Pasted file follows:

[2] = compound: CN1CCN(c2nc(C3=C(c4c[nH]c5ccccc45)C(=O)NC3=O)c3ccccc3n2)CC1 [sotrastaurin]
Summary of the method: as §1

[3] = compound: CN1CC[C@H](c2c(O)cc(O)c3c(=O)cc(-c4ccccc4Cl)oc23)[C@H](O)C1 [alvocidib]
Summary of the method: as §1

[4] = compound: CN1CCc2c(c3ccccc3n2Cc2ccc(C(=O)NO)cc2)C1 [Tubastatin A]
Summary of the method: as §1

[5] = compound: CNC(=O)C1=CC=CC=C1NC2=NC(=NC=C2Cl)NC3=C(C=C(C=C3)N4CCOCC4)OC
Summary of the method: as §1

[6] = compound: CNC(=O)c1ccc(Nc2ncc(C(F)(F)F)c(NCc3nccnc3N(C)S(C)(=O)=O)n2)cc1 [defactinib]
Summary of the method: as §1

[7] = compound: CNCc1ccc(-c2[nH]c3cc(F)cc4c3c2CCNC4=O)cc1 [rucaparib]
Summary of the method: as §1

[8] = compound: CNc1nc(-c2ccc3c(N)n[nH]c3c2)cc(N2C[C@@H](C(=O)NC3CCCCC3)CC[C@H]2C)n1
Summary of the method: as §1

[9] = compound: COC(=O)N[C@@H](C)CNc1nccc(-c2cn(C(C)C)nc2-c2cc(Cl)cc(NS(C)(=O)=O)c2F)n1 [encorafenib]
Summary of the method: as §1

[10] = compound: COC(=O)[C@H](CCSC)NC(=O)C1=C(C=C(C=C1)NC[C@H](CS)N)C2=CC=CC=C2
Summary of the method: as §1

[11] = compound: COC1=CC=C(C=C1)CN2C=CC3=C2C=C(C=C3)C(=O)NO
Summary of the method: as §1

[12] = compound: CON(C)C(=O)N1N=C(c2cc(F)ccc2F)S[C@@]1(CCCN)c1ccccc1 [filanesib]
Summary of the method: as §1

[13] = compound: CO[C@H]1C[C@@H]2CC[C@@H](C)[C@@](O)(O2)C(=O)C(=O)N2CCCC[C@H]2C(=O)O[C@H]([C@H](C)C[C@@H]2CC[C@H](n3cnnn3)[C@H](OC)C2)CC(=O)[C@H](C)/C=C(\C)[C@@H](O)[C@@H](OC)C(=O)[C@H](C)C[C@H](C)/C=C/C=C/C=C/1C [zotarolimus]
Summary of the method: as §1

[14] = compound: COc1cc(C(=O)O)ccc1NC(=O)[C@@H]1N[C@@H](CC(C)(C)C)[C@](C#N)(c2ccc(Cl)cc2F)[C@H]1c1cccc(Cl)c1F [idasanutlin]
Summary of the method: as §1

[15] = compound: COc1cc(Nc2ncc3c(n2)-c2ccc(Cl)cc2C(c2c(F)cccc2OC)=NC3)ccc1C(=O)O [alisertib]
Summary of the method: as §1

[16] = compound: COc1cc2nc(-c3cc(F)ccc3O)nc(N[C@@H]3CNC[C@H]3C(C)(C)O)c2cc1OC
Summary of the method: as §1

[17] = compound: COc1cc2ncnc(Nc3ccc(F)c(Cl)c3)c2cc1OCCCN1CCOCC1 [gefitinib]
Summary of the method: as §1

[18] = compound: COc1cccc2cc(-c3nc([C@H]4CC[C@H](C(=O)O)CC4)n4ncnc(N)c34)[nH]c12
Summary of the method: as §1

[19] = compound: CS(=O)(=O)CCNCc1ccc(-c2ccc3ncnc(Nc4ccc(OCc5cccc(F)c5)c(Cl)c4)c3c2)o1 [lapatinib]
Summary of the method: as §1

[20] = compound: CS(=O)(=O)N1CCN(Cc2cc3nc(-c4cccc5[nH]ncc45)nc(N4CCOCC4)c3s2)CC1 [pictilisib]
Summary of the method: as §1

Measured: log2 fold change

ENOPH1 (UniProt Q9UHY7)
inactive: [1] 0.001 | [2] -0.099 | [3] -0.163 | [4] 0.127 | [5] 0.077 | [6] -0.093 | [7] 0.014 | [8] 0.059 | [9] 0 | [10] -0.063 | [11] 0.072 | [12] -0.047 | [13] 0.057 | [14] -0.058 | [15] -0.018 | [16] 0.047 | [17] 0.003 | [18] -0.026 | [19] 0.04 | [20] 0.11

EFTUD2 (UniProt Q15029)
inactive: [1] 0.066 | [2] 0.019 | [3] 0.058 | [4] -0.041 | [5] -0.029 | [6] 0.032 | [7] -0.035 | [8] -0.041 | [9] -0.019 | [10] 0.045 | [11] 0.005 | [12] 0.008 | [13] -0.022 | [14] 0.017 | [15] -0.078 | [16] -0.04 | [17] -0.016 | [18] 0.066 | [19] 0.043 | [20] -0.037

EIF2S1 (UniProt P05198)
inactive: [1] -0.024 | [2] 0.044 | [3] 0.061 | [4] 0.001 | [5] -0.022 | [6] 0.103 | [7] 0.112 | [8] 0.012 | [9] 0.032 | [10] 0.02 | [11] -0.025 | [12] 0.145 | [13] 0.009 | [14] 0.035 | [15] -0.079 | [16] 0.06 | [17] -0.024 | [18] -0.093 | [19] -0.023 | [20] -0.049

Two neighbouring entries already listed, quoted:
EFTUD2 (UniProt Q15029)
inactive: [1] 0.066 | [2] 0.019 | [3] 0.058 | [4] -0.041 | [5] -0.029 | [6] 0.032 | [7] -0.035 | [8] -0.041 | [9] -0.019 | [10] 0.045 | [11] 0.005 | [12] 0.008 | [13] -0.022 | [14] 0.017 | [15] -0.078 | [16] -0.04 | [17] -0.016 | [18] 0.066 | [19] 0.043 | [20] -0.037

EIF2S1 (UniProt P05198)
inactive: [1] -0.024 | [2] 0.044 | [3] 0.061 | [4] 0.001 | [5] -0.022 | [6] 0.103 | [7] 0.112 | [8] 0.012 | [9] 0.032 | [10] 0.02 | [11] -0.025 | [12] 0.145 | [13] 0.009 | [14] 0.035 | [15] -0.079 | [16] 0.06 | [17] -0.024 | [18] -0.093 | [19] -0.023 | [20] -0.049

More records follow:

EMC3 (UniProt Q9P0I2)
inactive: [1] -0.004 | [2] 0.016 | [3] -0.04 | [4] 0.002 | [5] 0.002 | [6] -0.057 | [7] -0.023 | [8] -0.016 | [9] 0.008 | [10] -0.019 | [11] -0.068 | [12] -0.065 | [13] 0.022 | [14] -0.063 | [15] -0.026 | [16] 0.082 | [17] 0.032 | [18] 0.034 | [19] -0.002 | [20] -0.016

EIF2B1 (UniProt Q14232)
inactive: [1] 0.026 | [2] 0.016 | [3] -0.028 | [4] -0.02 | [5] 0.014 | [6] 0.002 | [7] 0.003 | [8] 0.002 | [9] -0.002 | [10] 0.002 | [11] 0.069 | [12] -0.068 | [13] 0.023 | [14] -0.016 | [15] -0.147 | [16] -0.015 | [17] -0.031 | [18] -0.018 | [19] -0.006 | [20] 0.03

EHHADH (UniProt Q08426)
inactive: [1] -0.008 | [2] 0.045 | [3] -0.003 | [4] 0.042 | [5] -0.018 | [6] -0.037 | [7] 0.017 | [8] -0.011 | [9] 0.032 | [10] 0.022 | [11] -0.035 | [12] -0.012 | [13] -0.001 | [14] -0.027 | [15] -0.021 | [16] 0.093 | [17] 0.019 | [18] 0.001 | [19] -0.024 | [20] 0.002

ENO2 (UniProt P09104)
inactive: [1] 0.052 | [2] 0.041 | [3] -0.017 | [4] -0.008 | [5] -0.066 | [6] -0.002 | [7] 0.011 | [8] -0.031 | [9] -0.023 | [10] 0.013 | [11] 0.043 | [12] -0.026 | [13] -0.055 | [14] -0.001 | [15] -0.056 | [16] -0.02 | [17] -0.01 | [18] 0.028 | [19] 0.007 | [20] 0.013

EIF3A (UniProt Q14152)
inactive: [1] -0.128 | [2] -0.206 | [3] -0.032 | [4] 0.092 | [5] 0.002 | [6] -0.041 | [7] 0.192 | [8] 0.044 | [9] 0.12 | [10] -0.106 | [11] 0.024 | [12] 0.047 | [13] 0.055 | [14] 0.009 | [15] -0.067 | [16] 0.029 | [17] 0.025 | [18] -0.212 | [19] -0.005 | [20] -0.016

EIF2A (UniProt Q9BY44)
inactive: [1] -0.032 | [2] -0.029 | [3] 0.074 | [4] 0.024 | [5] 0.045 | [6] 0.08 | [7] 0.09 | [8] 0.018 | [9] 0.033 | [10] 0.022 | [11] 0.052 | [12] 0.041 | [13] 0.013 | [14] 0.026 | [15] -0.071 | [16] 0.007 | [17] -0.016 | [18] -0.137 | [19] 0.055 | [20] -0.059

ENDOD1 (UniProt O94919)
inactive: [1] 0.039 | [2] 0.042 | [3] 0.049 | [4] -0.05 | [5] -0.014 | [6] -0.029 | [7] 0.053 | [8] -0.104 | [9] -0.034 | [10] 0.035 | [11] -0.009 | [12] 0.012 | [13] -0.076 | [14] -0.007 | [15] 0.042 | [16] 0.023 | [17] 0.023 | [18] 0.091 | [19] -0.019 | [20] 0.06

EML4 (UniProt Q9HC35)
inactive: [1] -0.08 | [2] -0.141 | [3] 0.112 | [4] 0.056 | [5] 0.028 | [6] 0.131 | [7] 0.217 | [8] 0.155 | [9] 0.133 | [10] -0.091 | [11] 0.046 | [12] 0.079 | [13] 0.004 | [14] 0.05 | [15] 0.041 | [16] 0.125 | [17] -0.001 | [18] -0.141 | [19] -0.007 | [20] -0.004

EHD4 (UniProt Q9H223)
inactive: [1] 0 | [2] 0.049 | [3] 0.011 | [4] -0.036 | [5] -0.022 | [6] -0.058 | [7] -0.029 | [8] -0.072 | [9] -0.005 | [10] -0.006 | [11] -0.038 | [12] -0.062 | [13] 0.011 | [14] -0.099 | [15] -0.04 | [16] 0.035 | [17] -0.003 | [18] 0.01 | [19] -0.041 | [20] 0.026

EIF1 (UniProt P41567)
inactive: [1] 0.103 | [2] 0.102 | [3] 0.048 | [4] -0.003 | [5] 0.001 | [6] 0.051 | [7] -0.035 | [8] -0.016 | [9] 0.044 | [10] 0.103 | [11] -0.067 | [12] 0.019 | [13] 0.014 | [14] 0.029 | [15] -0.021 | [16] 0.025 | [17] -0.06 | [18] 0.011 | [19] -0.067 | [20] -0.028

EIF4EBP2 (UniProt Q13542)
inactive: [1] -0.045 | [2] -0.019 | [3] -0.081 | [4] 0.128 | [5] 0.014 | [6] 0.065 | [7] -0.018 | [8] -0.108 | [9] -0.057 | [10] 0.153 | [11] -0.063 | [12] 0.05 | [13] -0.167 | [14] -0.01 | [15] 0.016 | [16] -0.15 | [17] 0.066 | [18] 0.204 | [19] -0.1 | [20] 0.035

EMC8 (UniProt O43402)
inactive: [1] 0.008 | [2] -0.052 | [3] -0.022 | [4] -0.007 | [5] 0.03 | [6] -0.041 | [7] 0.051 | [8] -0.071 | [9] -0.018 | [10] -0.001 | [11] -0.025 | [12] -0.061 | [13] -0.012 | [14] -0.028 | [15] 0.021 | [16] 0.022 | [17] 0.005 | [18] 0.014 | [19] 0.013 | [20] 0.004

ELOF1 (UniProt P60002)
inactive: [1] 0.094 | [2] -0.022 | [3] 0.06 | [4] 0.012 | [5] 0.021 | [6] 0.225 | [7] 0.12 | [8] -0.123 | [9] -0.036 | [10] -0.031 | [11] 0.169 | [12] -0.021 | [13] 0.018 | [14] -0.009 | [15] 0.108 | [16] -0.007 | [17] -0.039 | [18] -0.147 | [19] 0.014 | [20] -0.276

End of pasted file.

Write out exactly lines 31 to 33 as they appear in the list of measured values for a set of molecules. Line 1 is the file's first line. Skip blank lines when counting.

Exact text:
[17] = compound: COc1cc2ncnc(Nc3ccc(F)c(Cl)c3)c2cc1OCCCN1CCOCC1 [gefitinib]
Summary of the method: as §1

[18] = compound: COc1cccc2cc(-c3nc([C@H]4CC[C@H](C(=O)O)CC4)n4ncnc(N)c34)[nH]c12